Cultural Divide and Misperception

Cultural Divide and Misperception

Sommers Smith, Contributing Writer

Being a person of color in a predominantly white institution (PWI), it is easier to notice when there is a cultural divide. A predominantly white institution is when at least 50% or more white individuals make up the student and faculty population. According to the U.S Department of Education, at the University of New Haven, more than half of the undergraduate student body is white. Sometimes, in an environment like a predominantly white institution, it takes understanding and patience to know how to properly interact with different cultures. There is a wall between the cultures on campus, but it is not a behavior that is done intentionally, but rather subconsciously.

People simply like to associate themselves with people who look like them in color or personality, as it is a comforting second nature. At times, students of color are expected to act a certain way or prove stereotypes to be correct, so to shut those preconceived perceptions down, they must represent themselves carefully. For example, if a young black male is angry and voicing how he feels, he will be perceived as being an over-reactive, violent, and angry black man, which is one of the common representations of people of color in the media. Therefore, it’s like walking on eggshells to keep other people comfortable. However, to avoid any kind of conflict, it’s easier to hang around people who share the same experiences you do.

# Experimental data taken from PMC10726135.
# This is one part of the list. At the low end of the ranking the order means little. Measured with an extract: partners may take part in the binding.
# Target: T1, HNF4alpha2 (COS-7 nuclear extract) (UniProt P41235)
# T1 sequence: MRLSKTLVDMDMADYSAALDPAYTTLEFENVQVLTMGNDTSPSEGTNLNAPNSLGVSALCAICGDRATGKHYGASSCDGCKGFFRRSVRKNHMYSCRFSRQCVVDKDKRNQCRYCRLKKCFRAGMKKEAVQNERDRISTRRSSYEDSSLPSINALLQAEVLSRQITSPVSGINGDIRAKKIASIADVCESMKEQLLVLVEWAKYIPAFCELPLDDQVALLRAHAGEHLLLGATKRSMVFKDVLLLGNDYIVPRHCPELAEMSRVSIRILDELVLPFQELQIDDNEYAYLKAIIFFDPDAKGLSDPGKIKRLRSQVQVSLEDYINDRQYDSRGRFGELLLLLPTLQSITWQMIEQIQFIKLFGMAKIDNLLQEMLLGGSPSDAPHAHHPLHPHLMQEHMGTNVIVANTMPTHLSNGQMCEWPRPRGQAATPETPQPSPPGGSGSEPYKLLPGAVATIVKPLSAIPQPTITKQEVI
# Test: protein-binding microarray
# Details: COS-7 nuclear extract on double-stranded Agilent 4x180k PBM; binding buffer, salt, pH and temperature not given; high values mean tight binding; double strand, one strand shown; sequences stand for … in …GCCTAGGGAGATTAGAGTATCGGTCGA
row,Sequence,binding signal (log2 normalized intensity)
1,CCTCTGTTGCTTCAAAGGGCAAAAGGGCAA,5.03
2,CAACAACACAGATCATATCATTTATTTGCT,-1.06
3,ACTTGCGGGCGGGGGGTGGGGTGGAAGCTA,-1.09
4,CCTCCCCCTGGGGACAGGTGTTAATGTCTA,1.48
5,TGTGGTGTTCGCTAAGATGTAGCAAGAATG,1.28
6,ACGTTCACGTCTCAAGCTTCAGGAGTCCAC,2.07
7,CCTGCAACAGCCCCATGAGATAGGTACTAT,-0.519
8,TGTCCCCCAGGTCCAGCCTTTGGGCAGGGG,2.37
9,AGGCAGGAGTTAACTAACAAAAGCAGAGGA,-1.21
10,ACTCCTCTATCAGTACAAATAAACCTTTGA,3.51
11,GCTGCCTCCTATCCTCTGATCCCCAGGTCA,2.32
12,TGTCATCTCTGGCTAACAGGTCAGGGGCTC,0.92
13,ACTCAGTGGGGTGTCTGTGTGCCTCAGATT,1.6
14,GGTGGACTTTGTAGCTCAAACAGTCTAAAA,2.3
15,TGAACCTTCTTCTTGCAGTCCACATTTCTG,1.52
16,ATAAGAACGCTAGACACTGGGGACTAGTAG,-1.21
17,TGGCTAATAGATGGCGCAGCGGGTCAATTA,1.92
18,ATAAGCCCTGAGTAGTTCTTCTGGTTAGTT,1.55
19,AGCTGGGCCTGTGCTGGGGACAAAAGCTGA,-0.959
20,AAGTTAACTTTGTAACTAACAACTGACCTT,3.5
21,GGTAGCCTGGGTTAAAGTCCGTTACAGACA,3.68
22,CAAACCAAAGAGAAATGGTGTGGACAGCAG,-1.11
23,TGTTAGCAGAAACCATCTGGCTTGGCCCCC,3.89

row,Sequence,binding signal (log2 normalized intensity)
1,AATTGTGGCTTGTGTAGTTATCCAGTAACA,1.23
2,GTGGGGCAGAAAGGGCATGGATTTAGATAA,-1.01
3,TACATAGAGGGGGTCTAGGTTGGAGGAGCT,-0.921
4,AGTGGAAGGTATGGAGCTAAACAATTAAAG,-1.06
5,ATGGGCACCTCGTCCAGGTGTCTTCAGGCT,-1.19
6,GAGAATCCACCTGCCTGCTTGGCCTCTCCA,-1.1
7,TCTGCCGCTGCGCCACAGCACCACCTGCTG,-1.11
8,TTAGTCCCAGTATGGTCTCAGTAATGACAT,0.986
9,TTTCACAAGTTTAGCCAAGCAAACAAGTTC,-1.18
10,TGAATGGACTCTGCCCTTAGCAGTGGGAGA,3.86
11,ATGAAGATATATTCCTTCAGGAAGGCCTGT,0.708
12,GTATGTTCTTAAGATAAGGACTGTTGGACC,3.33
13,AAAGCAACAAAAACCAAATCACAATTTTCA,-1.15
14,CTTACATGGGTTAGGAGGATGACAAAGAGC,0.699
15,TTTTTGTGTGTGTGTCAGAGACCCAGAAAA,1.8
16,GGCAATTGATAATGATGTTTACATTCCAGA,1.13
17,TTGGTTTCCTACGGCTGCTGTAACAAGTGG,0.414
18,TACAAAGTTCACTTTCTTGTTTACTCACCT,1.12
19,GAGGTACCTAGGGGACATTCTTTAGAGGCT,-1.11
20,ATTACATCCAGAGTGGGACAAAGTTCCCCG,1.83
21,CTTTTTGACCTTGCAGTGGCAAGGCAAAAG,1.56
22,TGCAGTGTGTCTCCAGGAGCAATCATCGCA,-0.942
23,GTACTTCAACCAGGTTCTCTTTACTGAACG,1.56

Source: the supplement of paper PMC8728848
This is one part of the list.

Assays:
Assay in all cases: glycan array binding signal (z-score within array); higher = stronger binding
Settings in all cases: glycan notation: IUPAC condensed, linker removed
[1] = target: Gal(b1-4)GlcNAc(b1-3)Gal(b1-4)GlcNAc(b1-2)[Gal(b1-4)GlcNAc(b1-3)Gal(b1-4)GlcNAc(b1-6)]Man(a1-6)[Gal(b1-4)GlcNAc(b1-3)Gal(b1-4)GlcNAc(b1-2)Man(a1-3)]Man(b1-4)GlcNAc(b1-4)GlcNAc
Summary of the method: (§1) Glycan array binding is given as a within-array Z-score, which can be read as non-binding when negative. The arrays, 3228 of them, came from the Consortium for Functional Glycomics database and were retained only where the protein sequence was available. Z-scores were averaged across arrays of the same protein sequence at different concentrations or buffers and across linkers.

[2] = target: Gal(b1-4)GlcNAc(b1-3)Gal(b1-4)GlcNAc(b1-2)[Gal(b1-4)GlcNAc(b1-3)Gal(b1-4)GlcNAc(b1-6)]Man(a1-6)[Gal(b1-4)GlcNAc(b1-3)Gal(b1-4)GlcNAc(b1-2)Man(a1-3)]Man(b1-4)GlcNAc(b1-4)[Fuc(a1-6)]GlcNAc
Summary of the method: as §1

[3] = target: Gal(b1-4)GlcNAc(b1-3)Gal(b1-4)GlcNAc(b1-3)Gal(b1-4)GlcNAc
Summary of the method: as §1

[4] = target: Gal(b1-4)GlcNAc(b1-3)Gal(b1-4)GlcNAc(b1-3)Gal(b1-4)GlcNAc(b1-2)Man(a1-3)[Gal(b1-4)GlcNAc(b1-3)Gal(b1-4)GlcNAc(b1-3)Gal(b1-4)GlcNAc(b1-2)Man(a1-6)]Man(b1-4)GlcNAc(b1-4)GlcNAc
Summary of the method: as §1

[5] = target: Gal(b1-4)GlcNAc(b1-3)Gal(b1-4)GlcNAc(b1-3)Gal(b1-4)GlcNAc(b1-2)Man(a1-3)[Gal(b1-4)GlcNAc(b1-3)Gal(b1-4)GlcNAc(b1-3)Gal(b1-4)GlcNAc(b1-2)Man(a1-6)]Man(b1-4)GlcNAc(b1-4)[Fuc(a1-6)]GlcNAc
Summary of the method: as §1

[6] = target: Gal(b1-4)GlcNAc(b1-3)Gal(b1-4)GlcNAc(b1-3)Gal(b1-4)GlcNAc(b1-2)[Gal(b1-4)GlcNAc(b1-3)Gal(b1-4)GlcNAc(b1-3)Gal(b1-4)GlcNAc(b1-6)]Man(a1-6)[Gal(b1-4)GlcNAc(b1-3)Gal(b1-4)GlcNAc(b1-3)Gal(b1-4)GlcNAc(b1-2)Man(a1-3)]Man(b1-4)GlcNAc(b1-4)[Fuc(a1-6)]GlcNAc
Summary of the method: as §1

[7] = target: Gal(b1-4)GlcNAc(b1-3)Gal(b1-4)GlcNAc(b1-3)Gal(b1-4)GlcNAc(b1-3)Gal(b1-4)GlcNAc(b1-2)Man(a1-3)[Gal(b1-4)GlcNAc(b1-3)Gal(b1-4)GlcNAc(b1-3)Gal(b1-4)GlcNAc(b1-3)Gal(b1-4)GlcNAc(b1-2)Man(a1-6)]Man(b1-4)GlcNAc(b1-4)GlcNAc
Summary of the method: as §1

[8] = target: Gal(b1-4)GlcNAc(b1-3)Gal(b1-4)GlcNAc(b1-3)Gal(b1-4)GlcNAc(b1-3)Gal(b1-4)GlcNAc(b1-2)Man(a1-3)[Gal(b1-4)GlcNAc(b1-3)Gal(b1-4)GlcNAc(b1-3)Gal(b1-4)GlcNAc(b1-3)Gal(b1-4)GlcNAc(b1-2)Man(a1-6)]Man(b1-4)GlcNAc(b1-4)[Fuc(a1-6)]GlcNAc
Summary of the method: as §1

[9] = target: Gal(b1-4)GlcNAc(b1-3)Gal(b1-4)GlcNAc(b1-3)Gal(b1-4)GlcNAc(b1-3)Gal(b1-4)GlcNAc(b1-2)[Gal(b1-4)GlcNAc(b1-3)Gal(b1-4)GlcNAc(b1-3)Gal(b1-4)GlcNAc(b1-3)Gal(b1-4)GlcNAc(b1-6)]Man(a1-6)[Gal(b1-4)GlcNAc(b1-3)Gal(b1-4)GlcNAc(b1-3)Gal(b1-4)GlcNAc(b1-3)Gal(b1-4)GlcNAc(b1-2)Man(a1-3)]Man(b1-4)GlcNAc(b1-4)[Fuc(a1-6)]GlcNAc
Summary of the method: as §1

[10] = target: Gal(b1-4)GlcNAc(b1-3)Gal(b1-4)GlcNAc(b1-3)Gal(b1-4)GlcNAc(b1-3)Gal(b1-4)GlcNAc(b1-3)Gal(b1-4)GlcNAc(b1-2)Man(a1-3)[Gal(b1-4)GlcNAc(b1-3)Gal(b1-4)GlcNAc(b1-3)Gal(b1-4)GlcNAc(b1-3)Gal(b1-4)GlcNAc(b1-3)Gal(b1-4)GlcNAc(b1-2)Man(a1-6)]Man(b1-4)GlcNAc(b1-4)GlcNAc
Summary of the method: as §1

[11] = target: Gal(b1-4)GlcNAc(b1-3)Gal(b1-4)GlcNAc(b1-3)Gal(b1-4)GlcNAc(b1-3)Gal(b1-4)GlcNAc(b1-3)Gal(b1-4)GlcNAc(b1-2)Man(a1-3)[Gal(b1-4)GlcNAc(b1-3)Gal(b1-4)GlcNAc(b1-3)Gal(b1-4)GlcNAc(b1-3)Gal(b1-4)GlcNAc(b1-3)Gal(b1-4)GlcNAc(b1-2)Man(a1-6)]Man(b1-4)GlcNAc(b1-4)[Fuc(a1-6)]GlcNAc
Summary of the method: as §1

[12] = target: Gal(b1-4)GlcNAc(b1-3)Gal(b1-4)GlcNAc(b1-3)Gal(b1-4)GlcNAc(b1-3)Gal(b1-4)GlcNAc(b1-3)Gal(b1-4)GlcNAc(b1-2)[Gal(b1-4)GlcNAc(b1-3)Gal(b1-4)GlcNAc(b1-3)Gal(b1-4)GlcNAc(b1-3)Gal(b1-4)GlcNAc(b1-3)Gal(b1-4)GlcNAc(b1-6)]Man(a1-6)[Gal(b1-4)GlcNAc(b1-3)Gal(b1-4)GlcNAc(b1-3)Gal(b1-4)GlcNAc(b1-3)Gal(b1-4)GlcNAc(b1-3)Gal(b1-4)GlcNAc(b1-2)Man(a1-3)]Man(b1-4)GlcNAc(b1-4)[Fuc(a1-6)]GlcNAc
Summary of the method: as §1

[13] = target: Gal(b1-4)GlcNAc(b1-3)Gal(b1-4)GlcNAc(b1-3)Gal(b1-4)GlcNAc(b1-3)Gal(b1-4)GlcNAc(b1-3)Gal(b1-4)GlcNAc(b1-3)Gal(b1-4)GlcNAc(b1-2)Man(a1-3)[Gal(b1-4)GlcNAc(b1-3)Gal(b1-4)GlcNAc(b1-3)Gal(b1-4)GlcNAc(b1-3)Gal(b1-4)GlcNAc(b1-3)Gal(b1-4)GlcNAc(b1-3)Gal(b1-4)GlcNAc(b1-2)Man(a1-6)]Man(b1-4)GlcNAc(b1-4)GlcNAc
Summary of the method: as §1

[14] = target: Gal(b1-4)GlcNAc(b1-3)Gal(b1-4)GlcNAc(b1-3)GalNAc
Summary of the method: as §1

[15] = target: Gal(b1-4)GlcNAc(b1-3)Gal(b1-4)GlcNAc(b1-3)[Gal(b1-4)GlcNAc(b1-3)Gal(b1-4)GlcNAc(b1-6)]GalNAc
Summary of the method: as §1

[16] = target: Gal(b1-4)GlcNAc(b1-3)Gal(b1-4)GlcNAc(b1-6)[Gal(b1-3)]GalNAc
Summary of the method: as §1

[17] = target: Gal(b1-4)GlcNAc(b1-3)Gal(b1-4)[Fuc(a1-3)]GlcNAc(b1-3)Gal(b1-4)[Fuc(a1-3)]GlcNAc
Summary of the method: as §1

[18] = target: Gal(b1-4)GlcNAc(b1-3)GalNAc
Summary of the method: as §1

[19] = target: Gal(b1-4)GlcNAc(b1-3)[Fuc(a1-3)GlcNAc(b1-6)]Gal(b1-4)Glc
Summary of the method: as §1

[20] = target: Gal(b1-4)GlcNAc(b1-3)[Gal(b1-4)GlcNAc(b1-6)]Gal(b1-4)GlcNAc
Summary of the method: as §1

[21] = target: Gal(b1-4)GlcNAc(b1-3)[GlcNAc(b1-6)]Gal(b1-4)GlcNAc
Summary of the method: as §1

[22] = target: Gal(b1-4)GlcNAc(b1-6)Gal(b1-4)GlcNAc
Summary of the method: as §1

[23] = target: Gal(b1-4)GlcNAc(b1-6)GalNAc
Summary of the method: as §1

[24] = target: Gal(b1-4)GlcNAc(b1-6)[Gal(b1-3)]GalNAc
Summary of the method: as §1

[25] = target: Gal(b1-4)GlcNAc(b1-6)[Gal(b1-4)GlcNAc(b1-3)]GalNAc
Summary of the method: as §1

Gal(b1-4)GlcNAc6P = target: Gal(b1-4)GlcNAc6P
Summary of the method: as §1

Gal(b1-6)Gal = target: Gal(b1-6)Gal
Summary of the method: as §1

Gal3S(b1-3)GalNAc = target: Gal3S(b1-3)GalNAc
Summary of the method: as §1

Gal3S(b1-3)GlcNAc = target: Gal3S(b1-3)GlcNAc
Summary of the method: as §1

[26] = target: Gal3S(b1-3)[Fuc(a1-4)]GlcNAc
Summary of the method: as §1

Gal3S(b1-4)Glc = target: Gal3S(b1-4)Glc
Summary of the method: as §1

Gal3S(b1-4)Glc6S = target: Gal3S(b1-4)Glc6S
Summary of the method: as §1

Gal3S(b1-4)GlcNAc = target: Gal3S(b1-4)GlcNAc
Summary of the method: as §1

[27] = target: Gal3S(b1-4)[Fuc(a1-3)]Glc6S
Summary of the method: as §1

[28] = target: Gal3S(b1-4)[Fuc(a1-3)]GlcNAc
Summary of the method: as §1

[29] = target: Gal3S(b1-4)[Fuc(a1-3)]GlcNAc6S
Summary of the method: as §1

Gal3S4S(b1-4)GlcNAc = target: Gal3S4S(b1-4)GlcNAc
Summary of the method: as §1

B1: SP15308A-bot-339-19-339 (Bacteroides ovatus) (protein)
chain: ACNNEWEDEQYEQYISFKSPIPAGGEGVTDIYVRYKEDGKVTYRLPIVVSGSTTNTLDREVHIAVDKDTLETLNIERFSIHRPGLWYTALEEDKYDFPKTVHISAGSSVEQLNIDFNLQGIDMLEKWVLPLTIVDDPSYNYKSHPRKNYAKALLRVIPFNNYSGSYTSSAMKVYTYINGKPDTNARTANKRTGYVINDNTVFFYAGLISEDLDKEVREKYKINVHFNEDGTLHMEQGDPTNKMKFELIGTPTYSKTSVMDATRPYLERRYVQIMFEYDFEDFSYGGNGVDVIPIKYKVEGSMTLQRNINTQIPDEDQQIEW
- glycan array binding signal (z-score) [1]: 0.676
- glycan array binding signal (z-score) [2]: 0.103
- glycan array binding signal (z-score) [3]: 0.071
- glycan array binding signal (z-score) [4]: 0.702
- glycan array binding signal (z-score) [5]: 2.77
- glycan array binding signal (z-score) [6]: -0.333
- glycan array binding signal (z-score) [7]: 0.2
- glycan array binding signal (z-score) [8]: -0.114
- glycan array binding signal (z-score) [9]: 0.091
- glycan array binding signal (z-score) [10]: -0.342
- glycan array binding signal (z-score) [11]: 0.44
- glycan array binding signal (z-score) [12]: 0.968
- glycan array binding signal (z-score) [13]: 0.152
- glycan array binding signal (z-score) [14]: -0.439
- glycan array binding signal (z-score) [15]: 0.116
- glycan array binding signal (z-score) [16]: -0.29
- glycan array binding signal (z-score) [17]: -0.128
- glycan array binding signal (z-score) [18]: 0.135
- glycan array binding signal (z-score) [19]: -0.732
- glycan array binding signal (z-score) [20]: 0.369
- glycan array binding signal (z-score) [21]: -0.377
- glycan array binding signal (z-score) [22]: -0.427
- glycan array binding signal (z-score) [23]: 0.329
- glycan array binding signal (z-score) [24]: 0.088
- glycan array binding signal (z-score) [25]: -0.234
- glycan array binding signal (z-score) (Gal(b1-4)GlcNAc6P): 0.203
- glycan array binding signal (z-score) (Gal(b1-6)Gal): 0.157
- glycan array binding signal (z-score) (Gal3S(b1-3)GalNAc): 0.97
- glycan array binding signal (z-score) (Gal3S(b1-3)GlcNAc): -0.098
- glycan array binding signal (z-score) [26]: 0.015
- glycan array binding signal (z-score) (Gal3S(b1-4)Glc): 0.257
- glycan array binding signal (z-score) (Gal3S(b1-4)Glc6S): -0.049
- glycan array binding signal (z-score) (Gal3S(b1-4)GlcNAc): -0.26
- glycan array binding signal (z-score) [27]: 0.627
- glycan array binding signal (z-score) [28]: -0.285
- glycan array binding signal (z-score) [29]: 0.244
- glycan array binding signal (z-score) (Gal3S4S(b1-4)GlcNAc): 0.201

Although this may seem like a topic for college campuses, it is a challenge that will follow students into the professional world. When it comes to the police brutality toward men of color throughout the country, people of color are strongly affected. People don’t take the time to understand why students of color are so passionate about raising awareness and having discussions on campus because it doesn’t affect them, but it does affect the environment we live in on-campus through racial and political tension. It’s important to always create uncomfortable discussions because that’s how we will learn, understand, and respect all people on campus and off-campus.

The challenges of being a person of color in a PWI isn’t just a topic for the University of New Haven, but for other college campuses as well. The way students act toward each other now will be reflected in their future world of business. As a person of color, it can be very frustrating constantly trying to explain the misrepresentations or lack of our representation here on campus. It’s difficult to get people to really understand where a person of color is coming from because these expressions often fall on deaf ears. How can there be a change in this cultural divide, if there are not enough people listening?